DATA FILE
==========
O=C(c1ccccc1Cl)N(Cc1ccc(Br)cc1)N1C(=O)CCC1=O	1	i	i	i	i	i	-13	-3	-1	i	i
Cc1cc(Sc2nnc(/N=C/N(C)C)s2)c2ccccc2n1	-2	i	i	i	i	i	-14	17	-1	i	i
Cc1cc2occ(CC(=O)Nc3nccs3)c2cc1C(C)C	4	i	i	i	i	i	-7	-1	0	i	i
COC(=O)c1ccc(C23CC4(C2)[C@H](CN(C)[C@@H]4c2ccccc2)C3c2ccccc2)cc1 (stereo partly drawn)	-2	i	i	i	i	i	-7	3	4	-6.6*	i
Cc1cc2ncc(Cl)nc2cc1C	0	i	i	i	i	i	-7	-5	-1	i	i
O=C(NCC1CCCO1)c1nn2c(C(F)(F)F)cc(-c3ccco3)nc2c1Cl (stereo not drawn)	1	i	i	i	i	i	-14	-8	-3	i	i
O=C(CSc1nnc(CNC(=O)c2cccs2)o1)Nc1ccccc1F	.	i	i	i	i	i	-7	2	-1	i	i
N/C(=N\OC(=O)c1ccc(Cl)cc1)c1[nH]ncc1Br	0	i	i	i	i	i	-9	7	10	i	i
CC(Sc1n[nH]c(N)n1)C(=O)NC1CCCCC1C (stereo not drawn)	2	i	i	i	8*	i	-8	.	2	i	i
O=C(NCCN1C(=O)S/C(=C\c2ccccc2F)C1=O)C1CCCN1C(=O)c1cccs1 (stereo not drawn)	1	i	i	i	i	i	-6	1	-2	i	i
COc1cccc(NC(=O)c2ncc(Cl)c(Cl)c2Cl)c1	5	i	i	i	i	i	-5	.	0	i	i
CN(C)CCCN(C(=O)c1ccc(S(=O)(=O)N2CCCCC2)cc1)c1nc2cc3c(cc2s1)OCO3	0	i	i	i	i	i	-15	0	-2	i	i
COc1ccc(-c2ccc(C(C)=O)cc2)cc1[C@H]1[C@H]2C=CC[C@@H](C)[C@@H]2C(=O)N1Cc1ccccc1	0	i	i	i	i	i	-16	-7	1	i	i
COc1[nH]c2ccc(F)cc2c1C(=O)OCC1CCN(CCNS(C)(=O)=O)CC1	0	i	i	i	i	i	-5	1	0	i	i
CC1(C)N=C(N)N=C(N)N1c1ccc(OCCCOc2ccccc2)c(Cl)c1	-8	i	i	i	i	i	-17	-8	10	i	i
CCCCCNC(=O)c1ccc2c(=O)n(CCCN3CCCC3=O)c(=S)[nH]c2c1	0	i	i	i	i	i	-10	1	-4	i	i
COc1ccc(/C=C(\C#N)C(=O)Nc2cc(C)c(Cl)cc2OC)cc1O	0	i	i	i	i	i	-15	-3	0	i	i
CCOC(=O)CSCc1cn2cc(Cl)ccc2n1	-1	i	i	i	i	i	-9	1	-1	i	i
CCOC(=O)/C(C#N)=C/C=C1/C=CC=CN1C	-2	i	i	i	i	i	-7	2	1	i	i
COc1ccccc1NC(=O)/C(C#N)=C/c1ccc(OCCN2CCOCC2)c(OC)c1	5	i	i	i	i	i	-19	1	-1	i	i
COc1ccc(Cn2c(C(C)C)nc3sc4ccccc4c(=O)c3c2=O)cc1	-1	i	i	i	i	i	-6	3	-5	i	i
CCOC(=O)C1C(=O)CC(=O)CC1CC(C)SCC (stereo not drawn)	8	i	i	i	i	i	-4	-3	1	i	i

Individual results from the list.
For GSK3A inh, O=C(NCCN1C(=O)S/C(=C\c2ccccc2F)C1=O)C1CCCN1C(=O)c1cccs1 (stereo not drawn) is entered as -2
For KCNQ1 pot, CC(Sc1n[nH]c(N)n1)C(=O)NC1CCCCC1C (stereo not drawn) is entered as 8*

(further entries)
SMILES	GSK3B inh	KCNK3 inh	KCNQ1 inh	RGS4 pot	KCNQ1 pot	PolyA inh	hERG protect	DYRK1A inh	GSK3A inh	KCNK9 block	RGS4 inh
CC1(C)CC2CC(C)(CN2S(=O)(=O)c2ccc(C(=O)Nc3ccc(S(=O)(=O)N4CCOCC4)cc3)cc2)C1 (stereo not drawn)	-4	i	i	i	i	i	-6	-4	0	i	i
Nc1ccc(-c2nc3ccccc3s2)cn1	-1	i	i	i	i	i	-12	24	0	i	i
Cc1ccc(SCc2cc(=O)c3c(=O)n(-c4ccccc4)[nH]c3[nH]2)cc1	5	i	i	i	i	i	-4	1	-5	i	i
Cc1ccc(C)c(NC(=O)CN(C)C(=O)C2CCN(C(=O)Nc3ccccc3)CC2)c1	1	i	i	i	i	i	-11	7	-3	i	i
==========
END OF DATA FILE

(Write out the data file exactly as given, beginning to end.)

O=C(c1ccccc1Cl)N(Cc1ccc(Br)cc1)N1C(=O)CCC1=O	1	i	i	i	i	i	-13	-3	-1	i	i
Cc1cc(Sc2nnc(/N=C/N(C)C)s2)c2ccccc2n1	-2	i	i	i	i	i	-14	17	-1	i	i
Cc1cc2occ(CC(=O)Nc3nccs3)c2cc1C(C)C	4	i	i	i	i	i	-7	-1	0	i	i
COC(=O)c1ccc(C23CC4(C2)[C@H](CN(C)[C@@H]4c2ccccc2)C3c2ccccc2)cc1 (stereo partly drawn)	-2	i	i	i	i	i	-7	3	4	-6.6*	i
Cc1cc2ncc(Cl)nc2cc1C	0	i	i	i	i	i	-7	-5	-1	i	i
O=C(NCC1CCCO1)c1nn2c(C(F)(F)F)cc(-c3ccco3)nc2c1Cl (stereo not drawn)	1	i	i	i	i	i	-14	-8	-3	i	i
O=C(CSc1nnc(CNC(=O)c2cccs2)o1)Nc1ccccc1F	.	i	i	i	i	i	-7	2	-1	i	i
N/C(=N\OC(=O)c1ccc(Cl)cc1)c1[nH]ncc1Br	0	i	i	i	i	i	-9	7	10	i	i
CC(Sc1n[nH]c(N)n1)C(=O)NC1CCCCC1C (stereo not drawn)	2	i	i	i	8*	i	-8	.	2	i	i
O=C(NCCN1C(=O)S/C(=C\c2ccccc2F)C1=O)C1CCCN1C(=O)c1cccs1 (stereo not drawn)	1	i	i	i	i	i	-6	1	-2	i	i
COc1cccc(NC(=O)c2ncc(Cl)c(Cl)c2Cl)c1	5	i	i	i	i	i	-5	.	0	i	i
CN(C)CCCN(C(=O)c1ccc(S(=O)(=O)N2CCCCC2)cc1)c1nc2cc3c(cc2s1)OCO3	0	i	i	i	i	i	-15	0	-2	i	i
COc1ccc(-c2ccc(C(C)=O)cc2)cc1[C@H]1[C@H]2C=CC[C@@H](C)[C@@H]2C(=O)N1Cc1ccccc1	0	i	i	i	i	i	-16	-7	1	i	i
COc1[nH]c2ccc(F)cc2c1C(=O)OCC1CCN(CCNS(C)(=O)=O)CC1	0	i	i	i	i	i	-5	1	0	i	i
CC1(C)N=C(N)N=C(N)N1c1ccc(OCCCOc2ccccc2)c(Cl)c1	-8	i	i	i	i	i	-17	-8	10	i	i
CCCCCNC(=O)c1ccc2c(=O)n(CCCN3CCCC3=O)c(=S)[nH]c2c1	0	i	i	i	i	i	-10	1	-4	i	i
COc1ccc(/C=C(\C#N)C(=O)Nc2cc(C)c(Cl)cc2OC)cc1O	0	i	i	i	i	i	-15	-3	0	i	i
CCOC(=O)CSCc1cn2cc(Cl)ccc2n1	-1	i	i	i	i	i	-9	1	-1	i	i
CCOC(=O)/C(C#N)=C/C=C1/C=CC=CN1C	-2	i	i	i	i	i	-7	2	1	i	i
COc1ccccc1NC(=O)/C(C#N)=C/c1ccc(OCCN2CCOCC2)c(OC)c1	5	i	i	i	i	i	-19	1	-1	i	i
COc1ccc(Cn2c(C(C)C)nc3sc4ccccc4c(=O)c3c2=O)cc1	-1	i	i	i	i	i	-6	3	-5	i	i
CCOC(=O)C1C(=O)CC(=O)CC1CC(C)SCC (stereo not drawn)	8	i	i	i	i	i	-4	-3	1	i	i

Individual results from the list.
For GSK3A inh, O=C(NCCN1C(=O)S/C(=C\c2ccccc2F)C1=O)C1CCCN1C(=O)c1cccs1 (stereo not drawn) is entered as -2
For KCNQ1 pot, CC(Sc1n[nH]c(N)n1)C(=O)NC1CCCCC1C (stereo not drawn) is entered as 8*

(further entries)
SMILES	GSK3B inh	KCNK3 inh	KCNQ1 inh	RGS4 pot	KCNQ1 pot	PolyA inh	hERG protect	DYRK1A inh	GSK3A inh	KCNK9 block	RGS4 inh
CC1(C)CC2CC(C)(CN2S(=O)(=O)c2ccc(C(=O)Nc3ccc(S(=O)(=O)N4CCOCC4)cc3)cc2)C1 (stereo not drawn)	-4	i	i	i	i	i	-6	-4	0	i	i
Nc1ccc(-c2nc3ccccc3s2)cn1	-1	i	i	i	i	i	-12	24	0	i	i
Cc1ccc(SCc2cc(=O)c3c(=O)n(-c4ccccc4)[nH]c3[nH]2)cc1	5	i	i	i	i	i	-4	1	-5	i	i
Cc1ccc(C)c(NC(=O)CN(C)C(=O)C2CCN(C(=O)Nc3ccccc3)CC2)c1	1	i	i	i	i	i	-11	7	-3	i	i